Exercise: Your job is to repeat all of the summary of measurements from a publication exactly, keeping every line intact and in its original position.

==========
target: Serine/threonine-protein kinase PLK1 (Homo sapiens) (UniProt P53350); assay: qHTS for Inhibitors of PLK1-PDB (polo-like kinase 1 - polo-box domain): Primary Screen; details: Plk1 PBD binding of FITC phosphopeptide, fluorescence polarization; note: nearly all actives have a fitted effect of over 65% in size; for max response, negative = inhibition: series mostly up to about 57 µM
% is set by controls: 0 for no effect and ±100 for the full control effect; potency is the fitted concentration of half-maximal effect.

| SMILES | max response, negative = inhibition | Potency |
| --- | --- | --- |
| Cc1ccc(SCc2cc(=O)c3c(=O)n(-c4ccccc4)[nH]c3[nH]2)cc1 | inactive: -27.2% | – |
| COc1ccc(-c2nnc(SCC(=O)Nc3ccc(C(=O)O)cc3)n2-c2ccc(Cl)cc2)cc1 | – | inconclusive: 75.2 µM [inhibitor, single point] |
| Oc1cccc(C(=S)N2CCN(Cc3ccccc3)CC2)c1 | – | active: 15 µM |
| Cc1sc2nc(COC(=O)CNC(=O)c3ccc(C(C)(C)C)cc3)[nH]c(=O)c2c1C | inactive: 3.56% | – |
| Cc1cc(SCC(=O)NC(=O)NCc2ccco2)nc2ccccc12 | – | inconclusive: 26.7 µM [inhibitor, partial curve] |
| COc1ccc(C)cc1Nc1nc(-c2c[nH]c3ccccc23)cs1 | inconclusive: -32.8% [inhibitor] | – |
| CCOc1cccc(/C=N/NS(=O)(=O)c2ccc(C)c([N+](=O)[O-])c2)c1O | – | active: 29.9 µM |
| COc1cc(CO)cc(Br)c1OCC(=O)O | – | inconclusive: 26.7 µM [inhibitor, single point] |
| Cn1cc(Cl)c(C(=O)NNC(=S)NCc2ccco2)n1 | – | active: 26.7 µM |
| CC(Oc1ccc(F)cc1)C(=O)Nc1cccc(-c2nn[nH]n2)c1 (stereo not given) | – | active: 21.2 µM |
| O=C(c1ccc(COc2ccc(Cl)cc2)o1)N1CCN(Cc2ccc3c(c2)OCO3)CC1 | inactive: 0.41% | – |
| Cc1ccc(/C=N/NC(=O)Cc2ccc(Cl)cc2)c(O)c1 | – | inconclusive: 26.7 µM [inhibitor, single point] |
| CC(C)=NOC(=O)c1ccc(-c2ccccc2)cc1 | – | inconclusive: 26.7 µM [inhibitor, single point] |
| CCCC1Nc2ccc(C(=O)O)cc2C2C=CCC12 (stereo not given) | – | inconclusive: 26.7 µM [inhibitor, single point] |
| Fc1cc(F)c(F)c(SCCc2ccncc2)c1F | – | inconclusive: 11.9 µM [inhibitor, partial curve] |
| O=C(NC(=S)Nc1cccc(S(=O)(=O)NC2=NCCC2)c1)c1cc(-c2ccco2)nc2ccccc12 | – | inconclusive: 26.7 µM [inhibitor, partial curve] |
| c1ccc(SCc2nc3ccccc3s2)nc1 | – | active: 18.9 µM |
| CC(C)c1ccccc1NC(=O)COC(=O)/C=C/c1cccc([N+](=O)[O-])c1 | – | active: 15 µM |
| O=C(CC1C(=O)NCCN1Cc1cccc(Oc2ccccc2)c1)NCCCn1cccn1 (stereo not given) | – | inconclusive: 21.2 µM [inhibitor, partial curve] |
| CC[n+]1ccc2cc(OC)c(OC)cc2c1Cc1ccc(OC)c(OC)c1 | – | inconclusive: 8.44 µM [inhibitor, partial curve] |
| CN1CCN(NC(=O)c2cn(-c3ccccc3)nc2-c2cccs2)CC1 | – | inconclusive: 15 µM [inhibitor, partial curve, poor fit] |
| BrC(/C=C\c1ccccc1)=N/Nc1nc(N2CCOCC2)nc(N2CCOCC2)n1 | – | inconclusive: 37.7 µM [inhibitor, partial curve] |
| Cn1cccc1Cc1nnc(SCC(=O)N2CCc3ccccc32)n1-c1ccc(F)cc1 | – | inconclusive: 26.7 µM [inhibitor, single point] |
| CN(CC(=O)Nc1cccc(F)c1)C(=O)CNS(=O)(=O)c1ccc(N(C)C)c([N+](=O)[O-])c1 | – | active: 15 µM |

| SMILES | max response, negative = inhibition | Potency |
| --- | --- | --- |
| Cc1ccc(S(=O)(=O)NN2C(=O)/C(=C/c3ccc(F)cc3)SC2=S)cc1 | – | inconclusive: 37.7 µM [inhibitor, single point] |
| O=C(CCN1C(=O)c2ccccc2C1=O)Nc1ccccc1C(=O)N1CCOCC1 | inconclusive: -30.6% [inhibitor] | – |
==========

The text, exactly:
target: Serine/threonine-protein kinase PLK1 (Homo sapiens) (UniProt P53350); assay: qHTS for Inhibitors of PLK1-PDB (polo-like kinase 1 - polo-box domain): Primary Screen; details: Plk1 PBD binding of FITC phosphopeptide, fluorescence polarization; note: nearly all actives have a fitted effect of over 65% in size; for max response, negative = inhibition: series mostly up to about 57 µM
% is set by controls: 0 for no effect and ±100 for the full control effect; potency is the fitted concentration of half-maximal effect.

| SMILES | max response, negative = inhibition | Potency |
| --- | --- | --- |
| Cc1ccc(SCc2cc(=O)c3c(=O)n(-c4ccccc4)[nH]c3[nH]2)cc1 | inactive: -27.2% | – |
| COc1ccc(-c2nnc(SCC(=O)Nc3ccc(C(=O)O)cc3)n2-c2ccc(Cl)cc2)cc1 | – | inconclusive: 75.2 µM [inhibitor, single point] |
| Oc1cccc(C(=S)N2CCN(Cc3ccccc3)CC2)c1 | – | active: 15 µM |
| Cc1sc2nc(COC(=O)CNC(=O)c3ccc(C(C)(C)C)cc3)[nH]c(=O)c2c1C | inactive: 3.56% | – |
| Cc1cc(SCC(=O)NC(=O)NCc2ccco2)nc2ccccc12 | – | inconclusive: 26.7 µM [inhibitor, partial curve] |
| COc1ccc(C)cc1Nc1nc(-c2c[nH]c3ccccc23)cs1 | inconclusive: -32.8% [inhibitor] | – |
| CCOc1cccc(/C=N/NS(=O)(=O)c2ccc(C)c([N+](=O)[O-])c2)c1O | – | active: 29.9 µM |
| COc1cc(CO)cc(Br)c1OCC(=O)O | – | inconclusive: 26.7 µM [inhibitor, single point] |
| Cn1cc(Cl)c(C(=O)NNC(=S)NCc2ccco2)n1 | – | active: 26.7 µM |
| CC(Oc1ccc(F)cc1)C(=O)Nc1cccc(-c2nn[nH]n2)c1 (stereo not given) | – | active: 21.2 µM |
| O=C(c1ccc(COc2ccc(Cl)cc2)o1)N1CCN(Cc2ccc3c(c2)OCO3)CC1 | inactive: 0.41% | – |
| Cc1ccc(/C=N/NC(=O)Cc2ccc(Cl)cc2)c(O)c1 | – | inconclusive: 26.7 µM [inhibitor, single point] |
| CC(C)=NOC(=O)c1ccc(-c2ccccc2)cc1 | – | inconclusive: 26.7 µM [inhibitor, single point] |
| CCCC1Nc2ccc(C(=O)O)cc2C2C=CCC12 (stereo not given) | – | inconclusive: 26.7 µM [inhibitor, single point] |
| Fc1cc(F)c(F)c(SCCc2ccncc2)c1F | – | inconclusive: 11.9 µM [inhibitor, partial curve] |
| O=C(NC(=S)Nc1cccc(S(=O)(=O)NC2=NCCC2)c1)c1cc(-c2ccco2)nc2ccccc12 | – | inconclusive: 26.7 µM [inhibitor, partial curve] |
| c1ccc(SCc2nc3ccccc3s2)nc1 | – | active: 18.9 µM |
| CC(C)c1ccccc1NC(=O)COC(=O)/C=C/c1cccc([N+](=O)[O-])c1 | – | active: 15 µM |
| O=C(CC1C(=O)NCCN1Cc1cccc(Oc2ccccc2)c1)NCCCn1cccn1 (stereo not given) | – | inconclusive: 21.2 µM [inhibitor, partial curve] |
| CC[n+]1ccc2cc(OC)c(OC)cc2c1Cc1ccc(OC)c(OC)c1 | – | inconclusive: 8.44 µM [inhibitor, partial curve] |
| CN1CCN(NC(=O)c2cn(-c3ccccc3)nc2-c2cccs2)CC1 | – | inconclusive: 15 µM [inhibitor, partial curve, poor fit] |
| BrC(/C=C\c1ccccc1)=N/Nc1nc(N2CCOCC2)nc(N2CCOCC2)n1 | – | inconclusive: 37.7 µM [inhibitor, partial curve] |
| Cn1cccc1Cc1nnc(SCC(=O)N2CCc3ccccc32)n1-c1ccc(F)cc1 | – | inconclusive: 26.7 µM [inhibitor, single point] |
| CN(CC(=O)Nc1cccc(F)c1)C(=O)CNS(=O)(=O)c1ccc(N(C)C)c([N+](=O)[O-])c1 | – | active: 15 µM |

| SMILES | max response, negative = inhibition | Potency |
| --- | --- | --- |
| Cc1ccc(S(=O)(=O)NN2C(=O)/C(=C/c3ccc(F)cc3)SC2=S)cc1 | – | inconclusive: 37.7 µM [inhibitor, single point] |
| O=C(CCN1C(=O)c2ccccc2C1=O)Nc1ccccc1C(=O)N1CCOCC1 | inconclusive: -30.6% [inhibitor] | – |